THIS PAGE | E-MAIL THIS PAGE
Thursday, October 30, 1997
Emu ranchers sue Honda over commercial
AMARILLO, Texas (AP) -- First Oprah, now Honda.
In a second Amarillo federal lawsuit based on Texas' agricultural
slander law, a group of emu breeders has sued American Honda Motor
Co. over a commercial that pokes fun at emus, among other things.
The commercial depicts a man taking his Honda from one unusual
job interview to another. One of his stops is an emu farm where
a caricaturish rancher tells the aspirant the large birds are
the "pork of the future."
"The advertisement placed emu in a false light by depicting
it as a scam and a meat whose properties were those of pork. When,
in fact, the emu is the antithesis of pork, and its breeders ...
are hardworking, honest Americans," the lawsuit filed last
Emus yield lean red meat. Pork is a white meat.
Art Garner, spokesman for California-based American Honda,
said Wednesday that the company had yet to be served.
"From time to time we've had an ad taken the wrong way
by some people," Garner said. "The ad in question is
very much a tongue-in-cheek, humorous-type advertisement, as most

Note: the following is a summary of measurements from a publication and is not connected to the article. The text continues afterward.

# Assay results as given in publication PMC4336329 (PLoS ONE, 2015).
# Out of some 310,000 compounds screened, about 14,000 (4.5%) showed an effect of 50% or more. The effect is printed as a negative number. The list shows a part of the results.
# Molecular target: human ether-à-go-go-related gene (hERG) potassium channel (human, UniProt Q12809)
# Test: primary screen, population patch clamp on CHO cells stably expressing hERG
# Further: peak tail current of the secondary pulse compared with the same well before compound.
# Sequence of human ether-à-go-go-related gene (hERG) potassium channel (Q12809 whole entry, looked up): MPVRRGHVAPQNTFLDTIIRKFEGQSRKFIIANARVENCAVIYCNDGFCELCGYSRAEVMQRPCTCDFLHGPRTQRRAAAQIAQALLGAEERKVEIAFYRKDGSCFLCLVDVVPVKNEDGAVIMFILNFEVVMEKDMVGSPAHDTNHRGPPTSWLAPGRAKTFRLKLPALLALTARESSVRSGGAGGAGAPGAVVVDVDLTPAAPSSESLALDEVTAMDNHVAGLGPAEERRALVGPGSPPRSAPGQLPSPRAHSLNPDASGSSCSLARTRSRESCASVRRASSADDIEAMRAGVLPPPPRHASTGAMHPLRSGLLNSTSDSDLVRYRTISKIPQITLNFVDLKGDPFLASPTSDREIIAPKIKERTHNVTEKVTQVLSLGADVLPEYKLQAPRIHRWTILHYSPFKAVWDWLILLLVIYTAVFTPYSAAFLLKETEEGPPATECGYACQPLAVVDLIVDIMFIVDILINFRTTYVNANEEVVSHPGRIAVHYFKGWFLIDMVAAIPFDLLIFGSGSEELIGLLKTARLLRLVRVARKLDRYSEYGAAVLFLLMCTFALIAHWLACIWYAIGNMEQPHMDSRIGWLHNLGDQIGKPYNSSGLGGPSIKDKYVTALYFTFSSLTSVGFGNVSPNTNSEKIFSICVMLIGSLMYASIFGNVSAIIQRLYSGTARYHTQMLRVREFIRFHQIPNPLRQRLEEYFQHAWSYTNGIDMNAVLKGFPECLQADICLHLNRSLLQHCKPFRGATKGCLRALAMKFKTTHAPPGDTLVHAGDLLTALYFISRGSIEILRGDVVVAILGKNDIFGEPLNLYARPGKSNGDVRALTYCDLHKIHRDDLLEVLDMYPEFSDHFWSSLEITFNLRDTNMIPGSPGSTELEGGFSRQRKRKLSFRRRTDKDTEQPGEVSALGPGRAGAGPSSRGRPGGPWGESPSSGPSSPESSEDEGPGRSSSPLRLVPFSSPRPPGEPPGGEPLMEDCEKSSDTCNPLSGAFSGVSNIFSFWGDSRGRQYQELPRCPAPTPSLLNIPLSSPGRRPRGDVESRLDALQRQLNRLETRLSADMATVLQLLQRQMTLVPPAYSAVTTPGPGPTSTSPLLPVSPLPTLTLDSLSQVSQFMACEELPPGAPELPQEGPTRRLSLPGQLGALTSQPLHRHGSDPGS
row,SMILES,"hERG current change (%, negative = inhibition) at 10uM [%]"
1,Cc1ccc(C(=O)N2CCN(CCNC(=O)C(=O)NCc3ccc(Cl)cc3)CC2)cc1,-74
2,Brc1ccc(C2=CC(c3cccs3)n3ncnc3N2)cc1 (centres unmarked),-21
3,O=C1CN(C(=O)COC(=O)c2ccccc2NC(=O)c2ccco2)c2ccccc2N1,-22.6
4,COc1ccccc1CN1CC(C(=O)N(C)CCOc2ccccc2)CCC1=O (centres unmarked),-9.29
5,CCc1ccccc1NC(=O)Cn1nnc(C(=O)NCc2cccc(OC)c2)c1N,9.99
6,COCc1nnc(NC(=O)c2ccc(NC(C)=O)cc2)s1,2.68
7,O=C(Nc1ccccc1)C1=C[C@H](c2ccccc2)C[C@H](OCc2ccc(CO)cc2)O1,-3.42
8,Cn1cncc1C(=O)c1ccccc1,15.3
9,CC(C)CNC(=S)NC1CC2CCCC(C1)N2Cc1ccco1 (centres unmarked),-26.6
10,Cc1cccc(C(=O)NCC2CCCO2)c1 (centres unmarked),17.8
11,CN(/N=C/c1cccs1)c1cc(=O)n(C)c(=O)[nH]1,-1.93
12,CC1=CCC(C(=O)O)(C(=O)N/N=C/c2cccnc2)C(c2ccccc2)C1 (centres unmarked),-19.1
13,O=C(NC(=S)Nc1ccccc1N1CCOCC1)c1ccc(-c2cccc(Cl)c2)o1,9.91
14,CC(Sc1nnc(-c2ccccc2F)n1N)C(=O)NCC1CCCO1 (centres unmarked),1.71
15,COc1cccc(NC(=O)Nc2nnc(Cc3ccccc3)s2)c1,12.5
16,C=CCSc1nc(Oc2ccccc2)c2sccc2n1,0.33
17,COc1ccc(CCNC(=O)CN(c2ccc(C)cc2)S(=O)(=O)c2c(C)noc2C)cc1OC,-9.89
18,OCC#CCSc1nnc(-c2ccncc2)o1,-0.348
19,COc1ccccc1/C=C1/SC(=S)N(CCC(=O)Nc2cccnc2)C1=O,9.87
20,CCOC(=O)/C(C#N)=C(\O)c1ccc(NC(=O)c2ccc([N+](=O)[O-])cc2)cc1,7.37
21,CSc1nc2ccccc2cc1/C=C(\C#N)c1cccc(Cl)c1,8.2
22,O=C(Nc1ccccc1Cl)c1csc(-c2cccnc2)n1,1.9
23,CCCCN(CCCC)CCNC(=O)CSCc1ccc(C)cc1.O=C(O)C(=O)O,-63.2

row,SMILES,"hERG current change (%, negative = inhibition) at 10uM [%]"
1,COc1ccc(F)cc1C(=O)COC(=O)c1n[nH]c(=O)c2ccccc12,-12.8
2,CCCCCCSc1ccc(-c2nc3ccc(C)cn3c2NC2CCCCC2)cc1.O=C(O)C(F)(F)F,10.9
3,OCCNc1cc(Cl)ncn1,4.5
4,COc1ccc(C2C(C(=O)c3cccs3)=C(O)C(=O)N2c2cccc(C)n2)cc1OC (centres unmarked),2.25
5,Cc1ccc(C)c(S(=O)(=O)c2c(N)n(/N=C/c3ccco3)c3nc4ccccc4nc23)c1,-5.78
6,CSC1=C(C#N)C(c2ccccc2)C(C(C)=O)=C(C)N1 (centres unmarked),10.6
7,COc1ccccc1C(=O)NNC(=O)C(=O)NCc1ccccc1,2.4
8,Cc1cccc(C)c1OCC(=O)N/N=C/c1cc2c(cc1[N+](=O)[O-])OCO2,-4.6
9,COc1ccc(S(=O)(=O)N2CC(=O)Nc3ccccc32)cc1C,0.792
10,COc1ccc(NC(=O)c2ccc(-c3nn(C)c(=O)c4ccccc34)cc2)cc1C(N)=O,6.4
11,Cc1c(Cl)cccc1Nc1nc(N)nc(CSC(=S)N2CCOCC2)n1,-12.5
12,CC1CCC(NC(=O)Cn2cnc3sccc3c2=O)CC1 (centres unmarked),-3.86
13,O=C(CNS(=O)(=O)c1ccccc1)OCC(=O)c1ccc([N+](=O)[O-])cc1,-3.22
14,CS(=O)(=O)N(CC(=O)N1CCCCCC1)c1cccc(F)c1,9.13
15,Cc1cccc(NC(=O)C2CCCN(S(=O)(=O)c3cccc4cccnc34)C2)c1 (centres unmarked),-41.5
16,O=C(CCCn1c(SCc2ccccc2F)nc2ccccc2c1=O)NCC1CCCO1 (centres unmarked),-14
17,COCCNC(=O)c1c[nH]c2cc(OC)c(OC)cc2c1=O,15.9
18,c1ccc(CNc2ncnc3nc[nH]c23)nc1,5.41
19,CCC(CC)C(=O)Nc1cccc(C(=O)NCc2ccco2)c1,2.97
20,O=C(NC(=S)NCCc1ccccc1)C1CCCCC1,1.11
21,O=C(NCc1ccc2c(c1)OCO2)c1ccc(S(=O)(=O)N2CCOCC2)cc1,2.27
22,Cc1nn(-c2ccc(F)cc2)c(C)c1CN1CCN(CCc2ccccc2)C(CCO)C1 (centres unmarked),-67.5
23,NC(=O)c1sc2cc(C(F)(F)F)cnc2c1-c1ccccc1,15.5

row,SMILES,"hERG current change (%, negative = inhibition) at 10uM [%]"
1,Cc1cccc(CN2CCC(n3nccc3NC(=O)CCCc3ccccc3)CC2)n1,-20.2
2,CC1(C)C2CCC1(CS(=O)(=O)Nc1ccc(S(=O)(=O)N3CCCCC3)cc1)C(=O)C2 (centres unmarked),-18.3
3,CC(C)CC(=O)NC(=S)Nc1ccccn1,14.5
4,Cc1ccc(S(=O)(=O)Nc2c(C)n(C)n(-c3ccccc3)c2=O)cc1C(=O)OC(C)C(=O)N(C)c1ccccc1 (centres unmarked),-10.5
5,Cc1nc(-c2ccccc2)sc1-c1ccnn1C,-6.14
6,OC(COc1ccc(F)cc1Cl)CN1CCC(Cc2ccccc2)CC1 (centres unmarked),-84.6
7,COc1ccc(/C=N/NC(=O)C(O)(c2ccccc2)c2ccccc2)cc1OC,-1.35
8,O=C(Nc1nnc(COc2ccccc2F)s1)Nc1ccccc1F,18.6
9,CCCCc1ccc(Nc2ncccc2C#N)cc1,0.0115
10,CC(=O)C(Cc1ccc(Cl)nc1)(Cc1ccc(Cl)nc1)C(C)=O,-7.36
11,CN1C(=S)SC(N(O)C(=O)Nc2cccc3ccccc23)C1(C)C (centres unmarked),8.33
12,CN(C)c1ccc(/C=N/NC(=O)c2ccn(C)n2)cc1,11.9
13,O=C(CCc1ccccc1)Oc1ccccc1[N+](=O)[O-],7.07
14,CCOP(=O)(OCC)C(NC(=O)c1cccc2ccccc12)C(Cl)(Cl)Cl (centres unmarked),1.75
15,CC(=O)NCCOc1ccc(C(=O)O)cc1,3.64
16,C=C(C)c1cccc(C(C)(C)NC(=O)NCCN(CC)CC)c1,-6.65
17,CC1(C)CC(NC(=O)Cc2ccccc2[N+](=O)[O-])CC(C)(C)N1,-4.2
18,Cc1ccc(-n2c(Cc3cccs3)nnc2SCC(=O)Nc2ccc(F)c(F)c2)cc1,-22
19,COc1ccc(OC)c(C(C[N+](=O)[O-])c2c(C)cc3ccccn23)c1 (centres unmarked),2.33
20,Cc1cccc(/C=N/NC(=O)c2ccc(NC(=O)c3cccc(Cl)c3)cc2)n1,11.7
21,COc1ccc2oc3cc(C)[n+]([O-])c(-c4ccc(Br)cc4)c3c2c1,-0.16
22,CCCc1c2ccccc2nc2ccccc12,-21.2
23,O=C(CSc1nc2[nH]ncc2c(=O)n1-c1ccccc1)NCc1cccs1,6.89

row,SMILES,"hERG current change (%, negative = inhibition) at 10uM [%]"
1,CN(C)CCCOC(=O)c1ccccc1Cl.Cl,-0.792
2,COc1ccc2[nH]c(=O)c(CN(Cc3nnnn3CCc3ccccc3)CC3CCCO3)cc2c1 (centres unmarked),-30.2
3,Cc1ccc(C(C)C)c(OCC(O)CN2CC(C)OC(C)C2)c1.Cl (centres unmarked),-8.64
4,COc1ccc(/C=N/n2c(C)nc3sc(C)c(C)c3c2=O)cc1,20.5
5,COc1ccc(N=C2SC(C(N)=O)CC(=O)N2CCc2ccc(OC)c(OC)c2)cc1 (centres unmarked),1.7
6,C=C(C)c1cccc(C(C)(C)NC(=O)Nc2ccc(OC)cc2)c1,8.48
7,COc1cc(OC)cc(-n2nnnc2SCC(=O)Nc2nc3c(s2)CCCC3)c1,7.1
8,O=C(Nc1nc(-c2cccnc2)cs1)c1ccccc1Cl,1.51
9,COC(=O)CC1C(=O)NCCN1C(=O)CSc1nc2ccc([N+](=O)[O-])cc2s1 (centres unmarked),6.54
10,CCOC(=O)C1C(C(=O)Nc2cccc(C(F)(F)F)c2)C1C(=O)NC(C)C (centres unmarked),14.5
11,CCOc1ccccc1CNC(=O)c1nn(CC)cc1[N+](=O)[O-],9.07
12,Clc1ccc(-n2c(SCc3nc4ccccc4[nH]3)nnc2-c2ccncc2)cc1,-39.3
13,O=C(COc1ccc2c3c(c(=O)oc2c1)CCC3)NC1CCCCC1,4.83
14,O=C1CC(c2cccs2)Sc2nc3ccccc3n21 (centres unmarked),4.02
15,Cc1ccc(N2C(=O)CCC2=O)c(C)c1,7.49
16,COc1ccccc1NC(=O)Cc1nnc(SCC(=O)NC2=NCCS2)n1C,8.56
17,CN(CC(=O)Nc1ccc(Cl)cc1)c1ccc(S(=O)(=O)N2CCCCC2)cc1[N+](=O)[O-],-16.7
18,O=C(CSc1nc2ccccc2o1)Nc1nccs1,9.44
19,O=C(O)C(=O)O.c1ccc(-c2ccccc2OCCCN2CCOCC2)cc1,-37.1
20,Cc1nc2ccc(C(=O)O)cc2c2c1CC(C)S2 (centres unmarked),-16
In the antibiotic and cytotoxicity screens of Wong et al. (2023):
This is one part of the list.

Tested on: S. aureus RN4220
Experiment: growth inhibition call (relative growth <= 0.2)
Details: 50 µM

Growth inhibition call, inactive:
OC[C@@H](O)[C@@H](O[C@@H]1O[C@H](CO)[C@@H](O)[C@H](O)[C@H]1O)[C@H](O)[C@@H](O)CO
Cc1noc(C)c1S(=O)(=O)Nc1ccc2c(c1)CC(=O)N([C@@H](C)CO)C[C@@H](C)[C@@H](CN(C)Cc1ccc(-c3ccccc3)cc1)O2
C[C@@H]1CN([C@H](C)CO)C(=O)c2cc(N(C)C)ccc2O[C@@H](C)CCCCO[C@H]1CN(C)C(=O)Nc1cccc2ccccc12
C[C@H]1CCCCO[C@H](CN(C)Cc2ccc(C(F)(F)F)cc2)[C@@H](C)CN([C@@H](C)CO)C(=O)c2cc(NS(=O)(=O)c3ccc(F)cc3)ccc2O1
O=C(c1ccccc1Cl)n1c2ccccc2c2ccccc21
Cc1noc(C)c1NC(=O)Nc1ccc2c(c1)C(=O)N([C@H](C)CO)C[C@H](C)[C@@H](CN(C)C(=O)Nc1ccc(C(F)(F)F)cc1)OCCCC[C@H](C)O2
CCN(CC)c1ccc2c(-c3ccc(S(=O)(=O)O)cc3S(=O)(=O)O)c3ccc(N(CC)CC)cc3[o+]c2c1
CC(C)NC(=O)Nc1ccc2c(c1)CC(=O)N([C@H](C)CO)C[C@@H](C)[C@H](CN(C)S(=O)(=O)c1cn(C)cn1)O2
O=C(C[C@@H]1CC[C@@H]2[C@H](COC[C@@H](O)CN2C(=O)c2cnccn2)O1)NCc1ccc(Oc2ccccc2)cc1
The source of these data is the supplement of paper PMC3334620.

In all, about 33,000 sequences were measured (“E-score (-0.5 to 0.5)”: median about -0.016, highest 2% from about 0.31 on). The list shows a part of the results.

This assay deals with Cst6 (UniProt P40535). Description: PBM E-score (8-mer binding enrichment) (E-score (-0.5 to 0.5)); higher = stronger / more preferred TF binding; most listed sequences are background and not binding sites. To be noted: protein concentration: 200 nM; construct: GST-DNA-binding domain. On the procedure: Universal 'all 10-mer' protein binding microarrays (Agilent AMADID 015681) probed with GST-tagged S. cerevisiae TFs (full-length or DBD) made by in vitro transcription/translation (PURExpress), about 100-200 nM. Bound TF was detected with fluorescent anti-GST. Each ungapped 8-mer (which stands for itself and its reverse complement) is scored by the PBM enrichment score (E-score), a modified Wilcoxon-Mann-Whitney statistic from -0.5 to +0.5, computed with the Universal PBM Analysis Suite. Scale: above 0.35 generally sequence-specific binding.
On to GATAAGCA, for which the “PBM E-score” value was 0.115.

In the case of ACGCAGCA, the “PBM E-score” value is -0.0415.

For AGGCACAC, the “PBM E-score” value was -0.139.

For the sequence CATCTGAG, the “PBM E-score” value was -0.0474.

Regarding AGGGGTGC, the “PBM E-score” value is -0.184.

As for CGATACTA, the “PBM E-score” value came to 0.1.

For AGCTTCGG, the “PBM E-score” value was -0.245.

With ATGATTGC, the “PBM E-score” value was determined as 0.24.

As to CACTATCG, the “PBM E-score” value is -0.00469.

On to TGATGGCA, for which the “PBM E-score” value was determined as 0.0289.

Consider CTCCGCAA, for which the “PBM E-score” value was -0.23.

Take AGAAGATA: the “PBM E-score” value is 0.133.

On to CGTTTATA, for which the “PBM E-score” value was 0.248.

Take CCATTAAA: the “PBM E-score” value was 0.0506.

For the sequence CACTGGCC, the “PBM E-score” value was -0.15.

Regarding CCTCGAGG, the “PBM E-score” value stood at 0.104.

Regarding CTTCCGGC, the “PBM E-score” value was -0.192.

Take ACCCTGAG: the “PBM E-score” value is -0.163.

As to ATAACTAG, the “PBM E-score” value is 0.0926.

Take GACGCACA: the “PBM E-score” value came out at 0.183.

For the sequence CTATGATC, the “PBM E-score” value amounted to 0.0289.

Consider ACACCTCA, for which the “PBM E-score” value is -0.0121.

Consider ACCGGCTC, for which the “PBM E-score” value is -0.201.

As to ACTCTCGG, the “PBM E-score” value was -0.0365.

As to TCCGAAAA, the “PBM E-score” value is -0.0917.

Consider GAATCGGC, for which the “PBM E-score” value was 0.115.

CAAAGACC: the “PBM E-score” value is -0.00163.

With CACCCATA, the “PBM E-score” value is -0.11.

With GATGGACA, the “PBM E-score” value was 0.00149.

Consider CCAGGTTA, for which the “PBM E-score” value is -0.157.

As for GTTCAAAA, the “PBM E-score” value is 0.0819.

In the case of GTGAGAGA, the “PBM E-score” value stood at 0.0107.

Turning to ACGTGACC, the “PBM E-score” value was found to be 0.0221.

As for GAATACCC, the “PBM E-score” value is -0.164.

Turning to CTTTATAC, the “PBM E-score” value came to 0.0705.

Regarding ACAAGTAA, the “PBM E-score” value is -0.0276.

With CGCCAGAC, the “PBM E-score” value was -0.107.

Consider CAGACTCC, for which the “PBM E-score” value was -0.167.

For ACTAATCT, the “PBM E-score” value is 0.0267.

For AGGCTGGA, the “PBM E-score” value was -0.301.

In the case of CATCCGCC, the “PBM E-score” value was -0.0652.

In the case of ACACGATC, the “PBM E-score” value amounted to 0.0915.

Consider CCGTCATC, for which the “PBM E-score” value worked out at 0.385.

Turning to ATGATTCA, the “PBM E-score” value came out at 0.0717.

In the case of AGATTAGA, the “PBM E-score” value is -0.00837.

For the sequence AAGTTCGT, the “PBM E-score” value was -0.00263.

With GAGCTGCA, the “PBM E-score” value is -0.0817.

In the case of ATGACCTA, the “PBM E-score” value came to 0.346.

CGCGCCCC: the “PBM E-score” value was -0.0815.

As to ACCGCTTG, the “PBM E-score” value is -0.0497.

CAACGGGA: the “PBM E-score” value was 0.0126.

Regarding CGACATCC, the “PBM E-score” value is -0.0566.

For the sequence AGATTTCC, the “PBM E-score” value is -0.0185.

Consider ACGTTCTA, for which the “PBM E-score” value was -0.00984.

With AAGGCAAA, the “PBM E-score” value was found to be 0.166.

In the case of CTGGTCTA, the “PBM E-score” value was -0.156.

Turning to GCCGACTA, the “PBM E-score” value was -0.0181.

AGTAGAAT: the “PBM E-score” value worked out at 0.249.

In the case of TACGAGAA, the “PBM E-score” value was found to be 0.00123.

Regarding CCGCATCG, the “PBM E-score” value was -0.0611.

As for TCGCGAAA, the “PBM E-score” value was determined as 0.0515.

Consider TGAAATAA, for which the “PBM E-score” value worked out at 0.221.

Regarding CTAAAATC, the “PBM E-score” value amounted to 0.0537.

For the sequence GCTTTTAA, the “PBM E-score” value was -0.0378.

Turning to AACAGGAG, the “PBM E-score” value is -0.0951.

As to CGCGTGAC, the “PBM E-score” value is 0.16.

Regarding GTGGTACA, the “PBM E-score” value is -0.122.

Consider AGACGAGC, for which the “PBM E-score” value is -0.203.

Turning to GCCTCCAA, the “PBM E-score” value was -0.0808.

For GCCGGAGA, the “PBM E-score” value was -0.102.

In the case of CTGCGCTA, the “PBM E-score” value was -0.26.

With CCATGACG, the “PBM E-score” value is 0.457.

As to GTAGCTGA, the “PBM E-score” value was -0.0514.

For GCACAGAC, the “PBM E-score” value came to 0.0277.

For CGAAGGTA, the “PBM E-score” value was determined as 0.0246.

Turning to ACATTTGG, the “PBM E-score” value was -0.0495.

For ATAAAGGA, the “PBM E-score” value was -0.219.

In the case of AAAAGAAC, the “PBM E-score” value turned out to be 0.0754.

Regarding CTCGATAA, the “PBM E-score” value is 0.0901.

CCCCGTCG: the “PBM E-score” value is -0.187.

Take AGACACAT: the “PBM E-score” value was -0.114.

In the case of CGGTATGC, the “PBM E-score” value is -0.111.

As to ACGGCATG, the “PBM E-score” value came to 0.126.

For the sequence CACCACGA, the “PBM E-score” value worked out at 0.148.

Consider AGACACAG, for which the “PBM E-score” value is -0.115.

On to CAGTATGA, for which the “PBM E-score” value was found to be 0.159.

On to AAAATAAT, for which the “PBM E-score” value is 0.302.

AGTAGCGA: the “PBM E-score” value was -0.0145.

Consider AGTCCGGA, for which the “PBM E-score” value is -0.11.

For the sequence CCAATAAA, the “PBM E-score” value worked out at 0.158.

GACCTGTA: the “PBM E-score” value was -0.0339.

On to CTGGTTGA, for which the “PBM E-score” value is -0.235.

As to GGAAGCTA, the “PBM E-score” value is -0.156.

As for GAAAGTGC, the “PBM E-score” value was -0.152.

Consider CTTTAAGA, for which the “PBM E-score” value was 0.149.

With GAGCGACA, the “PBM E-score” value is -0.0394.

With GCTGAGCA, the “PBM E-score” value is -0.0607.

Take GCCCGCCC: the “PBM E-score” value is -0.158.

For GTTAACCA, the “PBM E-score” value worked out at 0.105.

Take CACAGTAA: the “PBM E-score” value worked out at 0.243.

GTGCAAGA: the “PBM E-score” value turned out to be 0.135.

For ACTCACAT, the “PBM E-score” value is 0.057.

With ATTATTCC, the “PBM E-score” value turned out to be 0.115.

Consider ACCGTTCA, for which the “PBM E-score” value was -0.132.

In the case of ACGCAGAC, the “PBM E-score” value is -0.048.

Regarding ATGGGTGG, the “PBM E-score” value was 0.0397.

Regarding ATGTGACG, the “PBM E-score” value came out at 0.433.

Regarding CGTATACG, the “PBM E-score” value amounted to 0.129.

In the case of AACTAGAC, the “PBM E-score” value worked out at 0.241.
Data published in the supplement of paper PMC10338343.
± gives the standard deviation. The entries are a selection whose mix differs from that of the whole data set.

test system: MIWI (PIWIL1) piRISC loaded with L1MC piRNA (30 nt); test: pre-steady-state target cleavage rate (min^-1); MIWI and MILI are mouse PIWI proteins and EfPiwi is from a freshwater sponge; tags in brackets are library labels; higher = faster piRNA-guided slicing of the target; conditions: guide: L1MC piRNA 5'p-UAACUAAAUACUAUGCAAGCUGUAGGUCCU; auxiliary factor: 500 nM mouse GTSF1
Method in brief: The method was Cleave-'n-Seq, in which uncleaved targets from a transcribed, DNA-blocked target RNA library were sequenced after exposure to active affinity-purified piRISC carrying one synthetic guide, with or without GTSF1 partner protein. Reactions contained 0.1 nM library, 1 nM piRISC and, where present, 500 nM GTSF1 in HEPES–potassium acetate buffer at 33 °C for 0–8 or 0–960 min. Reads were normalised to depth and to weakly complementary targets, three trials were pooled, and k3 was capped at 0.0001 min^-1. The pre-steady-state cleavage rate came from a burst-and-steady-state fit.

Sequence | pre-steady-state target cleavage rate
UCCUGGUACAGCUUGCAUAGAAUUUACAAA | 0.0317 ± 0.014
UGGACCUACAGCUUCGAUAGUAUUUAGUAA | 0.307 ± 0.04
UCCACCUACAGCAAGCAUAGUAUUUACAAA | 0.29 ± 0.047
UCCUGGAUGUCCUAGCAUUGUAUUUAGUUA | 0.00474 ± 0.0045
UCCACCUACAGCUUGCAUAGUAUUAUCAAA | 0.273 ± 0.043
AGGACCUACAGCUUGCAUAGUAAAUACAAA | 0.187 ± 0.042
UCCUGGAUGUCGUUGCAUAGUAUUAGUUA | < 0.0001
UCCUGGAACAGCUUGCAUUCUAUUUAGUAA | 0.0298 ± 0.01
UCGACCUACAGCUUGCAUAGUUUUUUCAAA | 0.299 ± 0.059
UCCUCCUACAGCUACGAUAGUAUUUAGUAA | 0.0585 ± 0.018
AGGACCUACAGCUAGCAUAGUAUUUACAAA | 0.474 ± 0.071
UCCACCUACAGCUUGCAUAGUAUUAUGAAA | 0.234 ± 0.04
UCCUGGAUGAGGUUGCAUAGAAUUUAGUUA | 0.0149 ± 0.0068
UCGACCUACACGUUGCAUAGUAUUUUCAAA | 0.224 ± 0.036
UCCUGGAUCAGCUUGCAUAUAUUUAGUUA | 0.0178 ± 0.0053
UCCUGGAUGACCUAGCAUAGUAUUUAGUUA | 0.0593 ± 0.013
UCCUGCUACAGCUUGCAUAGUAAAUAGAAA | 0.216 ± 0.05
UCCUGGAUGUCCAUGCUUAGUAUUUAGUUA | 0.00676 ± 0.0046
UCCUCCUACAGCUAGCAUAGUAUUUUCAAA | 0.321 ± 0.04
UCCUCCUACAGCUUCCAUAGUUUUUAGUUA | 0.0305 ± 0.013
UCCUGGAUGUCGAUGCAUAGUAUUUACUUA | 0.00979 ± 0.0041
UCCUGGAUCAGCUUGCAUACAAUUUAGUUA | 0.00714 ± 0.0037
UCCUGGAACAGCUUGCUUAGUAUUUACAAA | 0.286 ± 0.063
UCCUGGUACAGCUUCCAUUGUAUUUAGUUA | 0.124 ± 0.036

of ours are. In fact, we got several letters and calls from emu
farmers who appreciated the visibility they received."
The commercial for the Honda Civic ran nationally last winter
Last year, a Texas cattle feeder sued Oprah Winfrey after an
anti-meat activist on her show implied that a brain disease was
a threat to American beef eaters. That case eventually could be
the Supreme Court test for similar "veggie libel" laws
in other states.
Veggie libel laws sprouted after a "60 Minutes" report
in 1989 on the apple growth regulator Alar sent prices plummeting.
Since then, more than a dozen states have passed laws against
falsely disparaging products.
The 10 emu raisers, mostly from the Huntsville area, claim
that the advertisement cost each of them at least $75,000 by devaluing
emus. The lawsuit also said the commercial "was an attempt
by the Japanese to belittle and disparage American traditions
and to associate the emu industry to that of a pyramid scheme."
The emu breeding industry reportedly has been in a slump for
the past few years. A mid-1990s plunge in emu prices caused many
investors to lose money, though the industry is trying to rebound
by aggressively marketing the animals' oils.
Breeding pairs that would have sold for $50,000 a few years
ago might bring less than $1,000 today, one breeder said recently.
Send a Letter to the Editor about This
Story | Start or Join A Discussion about This Story
Send the URL (Address) of This Story
to A Friend:
Abilene Reporter-News / Texnews / E.W. Scripps Publications
the URL (Address) of This Story to A Friend: